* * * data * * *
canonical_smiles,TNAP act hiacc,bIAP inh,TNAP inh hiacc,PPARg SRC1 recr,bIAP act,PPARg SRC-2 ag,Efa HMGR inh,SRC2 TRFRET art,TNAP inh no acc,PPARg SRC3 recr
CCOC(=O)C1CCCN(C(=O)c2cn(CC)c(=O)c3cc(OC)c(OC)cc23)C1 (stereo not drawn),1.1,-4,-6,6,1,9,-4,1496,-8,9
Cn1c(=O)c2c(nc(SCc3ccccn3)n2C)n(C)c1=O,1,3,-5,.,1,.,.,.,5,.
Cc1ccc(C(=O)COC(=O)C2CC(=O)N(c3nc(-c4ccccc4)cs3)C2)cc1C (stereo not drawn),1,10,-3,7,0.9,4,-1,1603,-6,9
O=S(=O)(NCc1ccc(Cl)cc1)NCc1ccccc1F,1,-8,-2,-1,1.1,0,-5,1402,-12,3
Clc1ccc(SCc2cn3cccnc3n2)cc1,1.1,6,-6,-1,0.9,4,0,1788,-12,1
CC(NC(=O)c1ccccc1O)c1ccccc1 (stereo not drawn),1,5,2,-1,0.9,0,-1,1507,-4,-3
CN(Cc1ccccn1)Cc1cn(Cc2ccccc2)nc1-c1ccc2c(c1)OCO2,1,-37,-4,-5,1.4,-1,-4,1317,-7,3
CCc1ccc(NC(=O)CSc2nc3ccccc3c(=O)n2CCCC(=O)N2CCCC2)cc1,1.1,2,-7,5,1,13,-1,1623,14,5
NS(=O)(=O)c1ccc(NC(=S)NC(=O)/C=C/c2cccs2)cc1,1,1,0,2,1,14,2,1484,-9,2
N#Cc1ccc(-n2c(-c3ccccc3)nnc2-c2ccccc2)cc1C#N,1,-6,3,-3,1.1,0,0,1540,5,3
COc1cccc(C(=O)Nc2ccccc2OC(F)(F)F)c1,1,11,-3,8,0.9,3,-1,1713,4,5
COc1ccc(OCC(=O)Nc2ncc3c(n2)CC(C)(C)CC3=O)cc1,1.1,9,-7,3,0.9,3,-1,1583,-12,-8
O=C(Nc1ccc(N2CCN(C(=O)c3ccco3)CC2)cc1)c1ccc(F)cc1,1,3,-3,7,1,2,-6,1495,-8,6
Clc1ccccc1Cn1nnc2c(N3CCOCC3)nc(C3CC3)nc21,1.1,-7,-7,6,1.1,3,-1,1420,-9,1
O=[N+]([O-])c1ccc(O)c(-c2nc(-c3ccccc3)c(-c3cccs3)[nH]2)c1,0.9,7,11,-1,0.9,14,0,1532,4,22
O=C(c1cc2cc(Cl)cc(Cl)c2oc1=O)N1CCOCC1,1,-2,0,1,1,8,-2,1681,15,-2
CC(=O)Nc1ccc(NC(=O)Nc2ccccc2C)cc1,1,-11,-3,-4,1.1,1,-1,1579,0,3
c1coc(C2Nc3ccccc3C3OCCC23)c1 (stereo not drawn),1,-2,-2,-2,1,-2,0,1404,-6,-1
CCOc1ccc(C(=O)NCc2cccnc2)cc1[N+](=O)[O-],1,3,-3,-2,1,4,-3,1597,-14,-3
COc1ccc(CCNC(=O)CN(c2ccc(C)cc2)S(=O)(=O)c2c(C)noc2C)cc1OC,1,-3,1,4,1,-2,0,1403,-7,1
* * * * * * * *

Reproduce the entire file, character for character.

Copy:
canonical_smiles,TNAP act hiacc,bIAP inh,TNAP inh hiacc,PPARg SRC1 recr,bIAP act,PPARg SRC-2 ag,Efa HMGR inh,SRC2 TRFRET art,TNAP inh no acc,PPARg SRC3 recr
CCOC(=O)C1CCCN(C(=O)c2cn(CC)c(=O)c3cc(OC)c(OC)cc23)C1 (stereo not drawn),1.1,-4,-6,6,1,9,-4,1496,-8,9
Cn1c(=O)c2c(nc(SCc3ccccn3)n2C)n(C)c1=O,1,3,-5,.,1,.,.,.,5,.
Cc1ccc(C(=O)COC(=O)C2CC(=O)N(c3nc(-c4ccccc4)cs3)C2)cc1C (stereo not drawn),1,10,-3,7,0.9,4,-1,1603,-6,9
O=S(=O)(NCc1ccc(Cl)cc1)NCc1ccccc1F,1,-8,-2,-1,1.1,0,-5,1402,-12,3
Clc1ccc(SCc2cn3cccnc3n2)cc1,1.1,6,-6,-1,0.9,4,0,1788,-12,1
CC(NC(=O)c1ccccc1O)c1ccccc1 (stereo not drawn),1,5,2,-1,0.9,0,-1,1507,-4,-3
CN(Cc1ccccn1)Cc1cn(Cc2ccccc2)nc1-c1ccc2c(c1)OCO2,1,-37,-4,-5,1.4,-1,-4,1317,-7,3
CCc1ccc(NC(=O)CSc2nc3ccccc3c(=O)n2CCCC(=O)N2CCCC2)cc1,1.1,2,-7,5,1,13,-1,1623,14,5
NS(=O)(=O)c1ccc(NC(=S)NC(=O)/C=C/c2cccs2)cc1,1,1,0,2,1,14,2,1484,-9,2
N#Cc1ccc(-n2c(-c3ccccc3)nnc2-c2ccccc2)cc1C#N,1,-6,3,-3,1.1,0,0,1540,5,3
COc1cccc(C(=O)Nc2ccccc2OC(F)(F)F)c1,1,11,-3,8,0.9,3,-1,1713,4,5
COc1ccc(OCC(=O)Nc2ncc3c(n2)CC(C)(C)CC3=O)cc1,1.1,9,-7,3,0.9,3,-1,1583,-12,-8
O=C(Nc1ccc(N2CCN(C(=O)c3ccco3)CC2)cc1)c1ccc(F)cc1,1,3,-3,7,1,2,-6,1495,-8,6
Clc1ccccc1Cn1nnc2c(N3CCOCC3)nc(C3CC3)nc21,1.1,-7,-7,6,1.1,3,-1,1420,-9,1
O=[N+]([O-])c1ccc(O)c(-c2nc(-c3ccccc3)c(-c3cccs3)[nH]2)c1,0.9,7,11,-1,0.9,14,0,1532,4,22
O=C(c1cc2cc(Cl)cc(Cl)c2oc1=O)N1CCOCC1,1,-2,0,1,1,8,-2,1681,15,-2
CC(=O)Nc1ccc(NC(=O)Nc2ccccc2C)cc1,1,-11,-3,-4,1.1,1,-1,1579,0,3
c1coc(C2Nc3ccccc3C3OCCC23)c1 (stereo not drawn),1,-2,-2,-2,1,-2,0,1404,-6,-1
CCOc1ccc(C(=O)NCc2cccnc2)cc1[N+](=O)[O-],1,3,-3,-2,1,4,-3,1597,-14,-3
COc1ccc(CCNC(=O)CN(c2ccc(C)cc2)S(=O)(=O)c2c(C)noc2C)cc1OC,1,-3,1,4,1,-2,0,1403,-7,1